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The question of how to get statisticians and business teams working together productively has long plagued the implementation of analytics systems. But with simplified tools becoming more common, that question is starting to become moot, as line-of-business experts are able to simultaneously wear the analyst hat.
Greg Bucko, manager of customer insights at Southern States Cooperative, was hired two years ago to head up the company's analytics initiatives, shortly after it had implemented desktop-based analytics from Alteryx. But Bucko said that even though the agricultural services and products company was still in the "Stone Age" when it came to data-driven decision making, Southern States did not hire new analysts. Instead, it trained users from business teams.
I like people who are creative thinkers and problem solvers rather than just an analyst. I'd hire an artist if I could.
Greg Bucko, manager of customer insights, Southern States Cooperative
"I like people who are creative thinkers and problem solvers rather than just an analyst. I'd hire an artist if I could," Bucko said.
He credits his ability to do this to the usability of the system, which does not require any command-line coding like some older analytic systems. Instead, following a bit of training, users with relatively little computer savvy can derive data-driven insights that they can use in the course of their work. In fact, Bucko said he does not have a master's-level statistician on his staff at the moment, and isn't expecting to hire one.
Southern States is on the leading edge of a trend toward visualization and self-service in analytics. Gone are the days when someone in the finance or marketing department would have to ask IT for analysis. Now there are analytics tools that allow business users to do it themselves.
And businesses are investing heavily. The latest Gartner Magic Quadrant for Business Intelligence and Analytics Platforms stated that self-service data discovery tools are organizations' top buying priorities for 2014.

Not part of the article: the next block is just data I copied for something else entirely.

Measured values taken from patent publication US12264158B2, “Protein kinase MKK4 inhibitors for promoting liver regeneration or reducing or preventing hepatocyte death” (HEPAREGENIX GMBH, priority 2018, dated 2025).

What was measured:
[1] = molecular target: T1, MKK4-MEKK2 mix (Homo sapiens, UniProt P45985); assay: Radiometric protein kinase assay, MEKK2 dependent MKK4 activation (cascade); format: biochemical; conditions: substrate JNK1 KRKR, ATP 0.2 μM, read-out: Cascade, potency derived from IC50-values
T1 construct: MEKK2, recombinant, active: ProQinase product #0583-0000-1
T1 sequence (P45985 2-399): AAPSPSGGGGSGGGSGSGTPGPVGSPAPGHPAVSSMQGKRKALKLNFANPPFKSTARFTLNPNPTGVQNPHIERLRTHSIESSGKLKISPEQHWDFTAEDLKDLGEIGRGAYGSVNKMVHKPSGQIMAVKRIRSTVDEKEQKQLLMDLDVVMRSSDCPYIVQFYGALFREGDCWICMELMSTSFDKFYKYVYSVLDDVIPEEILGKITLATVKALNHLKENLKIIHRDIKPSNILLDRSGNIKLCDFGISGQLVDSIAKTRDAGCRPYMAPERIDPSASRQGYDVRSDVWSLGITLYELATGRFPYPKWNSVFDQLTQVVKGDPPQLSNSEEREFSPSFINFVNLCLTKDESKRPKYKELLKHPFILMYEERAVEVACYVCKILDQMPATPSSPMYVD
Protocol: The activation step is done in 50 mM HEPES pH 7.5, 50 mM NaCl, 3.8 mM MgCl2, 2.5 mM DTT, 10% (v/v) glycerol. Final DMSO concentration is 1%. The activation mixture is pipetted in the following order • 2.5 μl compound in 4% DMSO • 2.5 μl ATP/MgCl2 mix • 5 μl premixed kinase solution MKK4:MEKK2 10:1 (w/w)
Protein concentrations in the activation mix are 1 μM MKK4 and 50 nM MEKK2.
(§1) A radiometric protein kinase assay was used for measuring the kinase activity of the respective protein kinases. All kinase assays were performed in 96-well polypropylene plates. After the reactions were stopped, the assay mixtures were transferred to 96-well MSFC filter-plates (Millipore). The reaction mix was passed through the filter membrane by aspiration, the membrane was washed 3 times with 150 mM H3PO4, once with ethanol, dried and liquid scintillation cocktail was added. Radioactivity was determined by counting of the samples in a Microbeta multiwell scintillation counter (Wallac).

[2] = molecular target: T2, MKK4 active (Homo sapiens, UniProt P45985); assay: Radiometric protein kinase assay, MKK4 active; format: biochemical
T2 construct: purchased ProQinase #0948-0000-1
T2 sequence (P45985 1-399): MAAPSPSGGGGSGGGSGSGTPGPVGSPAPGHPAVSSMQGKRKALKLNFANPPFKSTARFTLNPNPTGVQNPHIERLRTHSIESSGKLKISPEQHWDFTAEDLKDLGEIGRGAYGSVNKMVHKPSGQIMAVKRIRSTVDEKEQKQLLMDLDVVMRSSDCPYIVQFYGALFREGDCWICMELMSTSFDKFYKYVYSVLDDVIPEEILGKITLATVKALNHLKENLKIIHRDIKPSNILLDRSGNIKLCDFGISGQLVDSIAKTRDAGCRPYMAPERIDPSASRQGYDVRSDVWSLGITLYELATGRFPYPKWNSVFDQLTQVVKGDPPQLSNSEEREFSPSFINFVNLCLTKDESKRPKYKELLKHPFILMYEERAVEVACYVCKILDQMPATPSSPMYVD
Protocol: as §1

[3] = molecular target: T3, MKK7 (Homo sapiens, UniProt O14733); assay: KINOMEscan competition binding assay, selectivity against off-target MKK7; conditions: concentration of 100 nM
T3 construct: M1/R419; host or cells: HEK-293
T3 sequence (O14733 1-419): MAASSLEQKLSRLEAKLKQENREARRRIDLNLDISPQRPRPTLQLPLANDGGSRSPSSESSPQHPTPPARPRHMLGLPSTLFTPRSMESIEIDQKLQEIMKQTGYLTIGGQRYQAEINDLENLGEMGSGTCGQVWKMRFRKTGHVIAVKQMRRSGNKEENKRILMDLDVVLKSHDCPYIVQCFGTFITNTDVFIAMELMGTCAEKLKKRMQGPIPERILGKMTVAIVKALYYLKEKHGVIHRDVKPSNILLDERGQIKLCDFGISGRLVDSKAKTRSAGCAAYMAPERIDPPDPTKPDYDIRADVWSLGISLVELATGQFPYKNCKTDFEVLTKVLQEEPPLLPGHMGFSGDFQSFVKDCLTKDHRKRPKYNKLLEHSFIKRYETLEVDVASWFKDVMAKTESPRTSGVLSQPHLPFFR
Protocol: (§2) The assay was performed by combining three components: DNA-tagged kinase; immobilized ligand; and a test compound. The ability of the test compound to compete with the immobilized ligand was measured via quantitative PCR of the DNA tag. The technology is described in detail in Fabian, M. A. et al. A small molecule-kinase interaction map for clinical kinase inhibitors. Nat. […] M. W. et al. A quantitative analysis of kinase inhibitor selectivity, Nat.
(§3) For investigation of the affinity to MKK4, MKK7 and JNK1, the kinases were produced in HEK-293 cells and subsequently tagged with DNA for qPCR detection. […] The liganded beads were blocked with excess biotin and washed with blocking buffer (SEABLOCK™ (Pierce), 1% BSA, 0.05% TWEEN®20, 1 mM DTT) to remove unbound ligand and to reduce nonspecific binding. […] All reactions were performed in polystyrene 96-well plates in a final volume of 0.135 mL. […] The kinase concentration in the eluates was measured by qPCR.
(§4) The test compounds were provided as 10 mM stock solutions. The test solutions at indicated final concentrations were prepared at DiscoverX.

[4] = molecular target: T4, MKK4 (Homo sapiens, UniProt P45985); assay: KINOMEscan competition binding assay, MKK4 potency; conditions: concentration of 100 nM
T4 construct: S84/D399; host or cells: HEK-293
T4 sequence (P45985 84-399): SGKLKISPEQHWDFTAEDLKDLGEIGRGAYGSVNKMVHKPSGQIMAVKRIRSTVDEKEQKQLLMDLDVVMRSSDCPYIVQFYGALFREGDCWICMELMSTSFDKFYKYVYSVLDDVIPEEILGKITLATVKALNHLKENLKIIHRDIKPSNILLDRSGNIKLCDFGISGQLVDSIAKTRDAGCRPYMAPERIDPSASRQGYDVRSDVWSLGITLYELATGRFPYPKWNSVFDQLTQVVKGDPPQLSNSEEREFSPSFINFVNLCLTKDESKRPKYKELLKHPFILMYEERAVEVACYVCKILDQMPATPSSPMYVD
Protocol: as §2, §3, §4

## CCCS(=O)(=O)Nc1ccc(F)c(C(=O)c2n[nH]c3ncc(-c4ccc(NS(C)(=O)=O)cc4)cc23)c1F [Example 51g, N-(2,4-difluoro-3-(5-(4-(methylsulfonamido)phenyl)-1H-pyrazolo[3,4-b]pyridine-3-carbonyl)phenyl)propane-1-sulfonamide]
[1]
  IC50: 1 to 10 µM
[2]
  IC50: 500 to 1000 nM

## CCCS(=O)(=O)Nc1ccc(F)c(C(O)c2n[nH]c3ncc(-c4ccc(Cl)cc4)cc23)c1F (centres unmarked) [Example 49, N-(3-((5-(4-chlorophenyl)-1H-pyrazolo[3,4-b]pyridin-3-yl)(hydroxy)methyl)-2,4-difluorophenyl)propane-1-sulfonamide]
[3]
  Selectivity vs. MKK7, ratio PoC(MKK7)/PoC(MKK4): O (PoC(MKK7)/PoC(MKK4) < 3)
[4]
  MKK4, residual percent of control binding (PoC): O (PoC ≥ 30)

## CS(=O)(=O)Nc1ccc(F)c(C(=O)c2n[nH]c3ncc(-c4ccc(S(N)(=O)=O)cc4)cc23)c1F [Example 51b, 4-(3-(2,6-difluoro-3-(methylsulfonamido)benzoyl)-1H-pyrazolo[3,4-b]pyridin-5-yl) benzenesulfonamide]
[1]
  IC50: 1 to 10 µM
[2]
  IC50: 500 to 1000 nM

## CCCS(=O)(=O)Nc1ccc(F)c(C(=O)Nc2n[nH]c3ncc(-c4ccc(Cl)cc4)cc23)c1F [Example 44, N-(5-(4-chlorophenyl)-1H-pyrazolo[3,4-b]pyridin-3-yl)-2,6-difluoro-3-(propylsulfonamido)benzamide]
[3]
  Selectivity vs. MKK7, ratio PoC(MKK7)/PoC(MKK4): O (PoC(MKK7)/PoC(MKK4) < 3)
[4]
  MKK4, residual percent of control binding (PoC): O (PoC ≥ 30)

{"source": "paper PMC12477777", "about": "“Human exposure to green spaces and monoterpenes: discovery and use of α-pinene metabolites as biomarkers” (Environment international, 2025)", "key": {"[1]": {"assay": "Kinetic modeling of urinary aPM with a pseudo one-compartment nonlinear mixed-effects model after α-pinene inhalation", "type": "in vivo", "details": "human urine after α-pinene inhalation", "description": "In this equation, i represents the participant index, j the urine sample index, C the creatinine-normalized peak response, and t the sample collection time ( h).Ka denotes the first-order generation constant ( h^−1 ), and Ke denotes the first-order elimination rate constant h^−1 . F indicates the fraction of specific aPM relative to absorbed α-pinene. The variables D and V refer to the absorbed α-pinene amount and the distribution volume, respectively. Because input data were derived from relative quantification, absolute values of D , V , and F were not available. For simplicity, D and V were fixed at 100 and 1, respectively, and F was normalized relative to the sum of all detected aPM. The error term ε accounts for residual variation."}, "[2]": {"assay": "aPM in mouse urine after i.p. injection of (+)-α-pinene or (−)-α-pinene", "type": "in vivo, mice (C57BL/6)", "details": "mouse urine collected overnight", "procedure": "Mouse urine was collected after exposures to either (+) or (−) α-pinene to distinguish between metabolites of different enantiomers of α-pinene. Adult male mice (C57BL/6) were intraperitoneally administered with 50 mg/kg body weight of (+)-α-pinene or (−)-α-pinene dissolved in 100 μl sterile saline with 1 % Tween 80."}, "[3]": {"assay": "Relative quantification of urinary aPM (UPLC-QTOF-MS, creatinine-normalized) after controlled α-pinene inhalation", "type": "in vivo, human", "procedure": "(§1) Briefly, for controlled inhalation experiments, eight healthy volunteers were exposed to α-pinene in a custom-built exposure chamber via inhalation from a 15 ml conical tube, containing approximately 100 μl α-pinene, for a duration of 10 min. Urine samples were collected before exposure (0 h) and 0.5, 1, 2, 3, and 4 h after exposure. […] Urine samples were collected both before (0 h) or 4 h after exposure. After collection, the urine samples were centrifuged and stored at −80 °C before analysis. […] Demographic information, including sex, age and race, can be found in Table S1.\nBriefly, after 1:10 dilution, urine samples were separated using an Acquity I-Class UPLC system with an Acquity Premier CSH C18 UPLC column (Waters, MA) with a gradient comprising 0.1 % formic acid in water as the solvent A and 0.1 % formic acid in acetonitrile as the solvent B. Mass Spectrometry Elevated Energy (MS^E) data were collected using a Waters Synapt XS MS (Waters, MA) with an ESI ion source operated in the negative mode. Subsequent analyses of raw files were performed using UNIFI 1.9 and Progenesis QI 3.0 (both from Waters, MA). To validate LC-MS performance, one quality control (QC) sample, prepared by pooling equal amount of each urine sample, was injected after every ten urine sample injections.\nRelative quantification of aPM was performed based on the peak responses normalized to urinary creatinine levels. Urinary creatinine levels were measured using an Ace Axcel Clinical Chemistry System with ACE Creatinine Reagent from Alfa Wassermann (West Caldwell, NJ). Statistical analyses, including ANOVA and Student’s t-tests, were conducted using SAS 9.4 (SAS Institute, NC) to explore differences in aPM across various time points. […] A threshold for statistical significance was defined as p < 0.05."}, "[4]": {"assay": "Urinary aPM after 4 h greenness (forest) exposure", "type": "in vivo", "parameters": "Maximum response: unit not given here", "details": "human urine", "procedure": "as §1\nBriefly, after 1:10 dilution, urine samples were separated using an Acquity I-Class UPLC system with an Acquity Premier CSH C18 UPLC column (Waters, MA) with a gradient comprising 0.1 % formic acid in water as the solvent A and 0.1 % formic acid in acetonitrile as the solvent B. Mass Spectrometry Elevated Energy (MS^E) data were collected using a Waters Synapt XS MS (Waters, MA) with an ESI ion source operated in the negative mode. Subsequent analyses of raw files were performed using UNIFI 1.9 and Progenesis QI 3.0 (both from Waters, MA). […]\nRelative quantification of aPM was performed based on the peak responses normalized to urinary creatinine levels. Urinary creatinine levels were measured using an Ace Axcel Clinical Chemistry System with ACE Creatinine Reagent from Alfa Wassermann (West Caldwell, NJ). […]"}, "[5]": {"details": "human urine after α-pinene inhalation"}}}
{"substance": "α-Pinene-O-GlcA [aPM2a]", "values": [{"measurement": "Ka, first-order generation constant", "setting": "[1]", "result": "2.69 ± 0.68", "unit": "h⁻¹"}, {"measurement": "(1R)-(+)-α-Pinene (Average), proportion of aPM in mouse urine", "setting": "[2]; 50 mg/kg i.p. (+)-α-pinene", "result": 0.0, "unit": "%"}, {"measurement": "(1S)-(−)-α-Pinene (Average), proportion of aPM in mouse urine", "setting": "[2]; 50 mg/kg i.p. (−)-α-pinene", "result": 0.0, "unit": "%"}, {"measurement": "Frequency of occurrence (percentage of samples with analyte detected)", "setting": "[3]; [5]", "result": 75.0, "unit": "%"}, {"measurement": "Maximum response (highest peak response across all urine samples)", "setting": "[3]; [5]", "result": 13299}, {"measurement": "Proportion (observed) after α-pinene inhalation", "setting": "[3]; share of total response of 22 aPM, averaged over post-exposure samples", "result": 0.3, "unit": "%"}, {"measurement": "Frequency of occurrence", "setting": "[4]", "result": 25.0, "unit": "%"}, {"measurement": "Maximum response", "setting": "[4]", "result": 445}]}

Currently, Southern States uses its analytics tool to build predictive models for identifying direct mailer opportunities, understanding customer behavior and deciding the best locations for new stores. Through better targeting, the company was able to reduce the number of catalogues it mailed by 74% while doubling the response rate. The analytics system allows it to develop models and reuse them over and over, unlike earlier Excel-based analytic projects that required workers to start every analysis from the beginning.
"In the past you had to do that exercise again and figure out what you had done again," Bucko said. "There wasn't a lot of analytic muscle here at the time."
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Southern States was able to go from a business that based very few decisions on data analysis to a more data-driven enterprise in just two years, in part because it benefited from leadership that was interested in the power of analytics. As for the users, Bucko said the company has encountered resistance to the new tool. But he and his team are working to show business users how data-driven decision making can actually make their jobs easier.
"That requires us to not change someone's mind about their process, [but instead] it's just about saying, 'Wouldn't it be easier to push this button?'" he said.
The process is made easier by the fact that it's mainly businesspeople trying to convince other businesspeople, rather than relying on statisticians to sell the service, Bucko said. The evangelists speak the same language as the congregation.
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